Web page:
In order to create an environment in the class-room where the above ideas could be inculcated, the following method was experimented successfully in classes VIIth and Xth at Manava Bharati India International School, New Delhi :

1. The class is divided into a number of Study Groups (SG).

2. Each SG consists of 5-7 students, preferably from the same residential locality.

3. The SG is headed by two Group Leaders (GLs). They are students amongst the given SG who have secured the highest marks in math in the last exam conducted by the school.

4. Members of the SG are requested to exchange their addresses and telephone nos. to promote out-of-school interaction within the SG.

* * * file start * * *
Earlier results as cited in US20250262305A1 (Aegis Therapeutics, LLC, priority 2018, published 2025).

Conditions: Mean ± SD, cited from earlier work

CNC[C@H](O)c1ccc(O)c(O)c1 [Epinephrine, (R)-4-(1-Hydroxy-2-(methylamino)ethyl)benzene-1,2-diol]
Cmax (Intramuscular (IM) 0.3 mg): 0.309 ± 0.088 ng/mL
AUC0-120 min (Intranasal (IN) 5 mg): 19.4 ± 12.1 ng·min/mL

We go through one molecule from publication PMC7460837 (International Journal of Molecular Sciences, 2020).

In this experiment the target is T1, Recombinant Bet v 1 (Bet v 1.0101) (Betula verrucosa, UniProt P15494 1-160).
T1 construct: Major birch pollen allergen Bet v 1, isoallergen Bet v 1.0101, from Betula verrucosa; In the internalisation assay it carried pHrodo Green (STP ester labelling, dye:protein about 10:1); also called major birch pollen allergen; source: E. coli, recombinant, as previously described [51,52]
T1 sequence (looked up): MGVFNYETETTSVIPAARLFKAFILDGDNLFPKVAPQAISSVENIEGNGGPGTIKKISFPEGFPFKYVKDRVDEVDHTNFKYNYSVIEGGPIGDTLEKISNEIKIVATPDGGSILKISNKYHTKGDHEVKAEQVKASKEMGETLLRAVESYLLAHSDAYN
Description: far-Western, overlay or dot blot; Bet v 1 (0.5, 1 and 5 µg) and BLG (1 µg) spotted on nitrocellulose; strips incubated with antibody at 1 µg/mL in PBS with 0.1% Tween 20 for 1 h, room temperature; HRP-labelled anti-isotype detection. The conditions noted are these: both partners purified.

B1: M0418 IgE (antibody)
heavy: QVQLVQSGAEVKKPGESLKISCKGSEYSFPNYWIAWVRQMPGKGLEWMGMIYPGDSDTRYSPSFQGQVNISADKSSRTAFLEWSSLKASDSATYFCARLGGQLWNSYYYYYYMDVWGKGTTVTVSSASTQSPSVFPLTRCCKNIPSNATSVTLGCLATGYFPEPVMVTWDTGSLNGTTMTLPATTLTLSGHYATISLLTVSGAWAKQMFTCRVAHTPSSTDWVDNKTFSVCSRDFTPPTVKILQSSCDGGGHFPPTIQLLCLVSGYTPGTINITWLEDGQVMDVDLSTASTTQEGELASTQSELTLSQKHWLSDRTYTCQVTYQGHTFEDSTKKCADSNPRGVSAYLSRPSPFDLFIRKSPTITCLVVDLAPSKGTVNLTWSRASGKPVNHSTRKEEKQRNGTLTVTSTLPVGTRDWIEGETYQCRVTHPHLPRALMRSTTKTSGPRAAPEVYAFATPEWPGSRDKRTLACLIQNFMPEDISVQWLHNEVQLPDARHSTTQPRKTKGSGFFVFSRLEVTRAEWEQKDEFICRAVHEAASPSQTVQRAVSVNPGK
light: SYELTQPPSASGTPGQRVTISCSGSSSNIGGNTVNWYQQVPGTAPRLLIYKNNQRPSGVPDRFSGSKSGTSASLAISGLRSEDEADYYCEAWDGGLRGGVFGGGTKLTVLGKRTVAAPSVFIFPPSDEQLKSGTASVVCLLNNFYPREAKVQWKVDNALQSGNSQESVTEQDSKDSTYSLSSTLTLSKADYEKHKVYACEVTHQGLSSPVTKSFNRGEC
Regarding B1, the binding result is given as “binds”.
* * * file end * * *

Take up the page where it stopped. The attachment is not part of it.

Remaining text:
5. During the math period, each SG is asked to sit together to promote peer-group learning.

6. The instructor guides the class through a brief period of 2-5 minutes of meditation at the very start of the period. This prepares the mind of the children for imbibing the basics of the topic better.

7. The effort of the math instructor during a period should be to explain the basic fundamentals of the topic, and solve a few conceptual questions on the blackboard.

8. During some part of the period, the instructor engages the students in ‘mathematics games’ based on the topic. These would depend on the ingenuity of the instructor. For all the ‘games’ children should be awarded points on the basis of their performance. These points should then be reduced to marks as part of their class-assessment work. The instructor must ensure that the weaker children / the back-benchers also take part in this activity. Some examples could be as follows :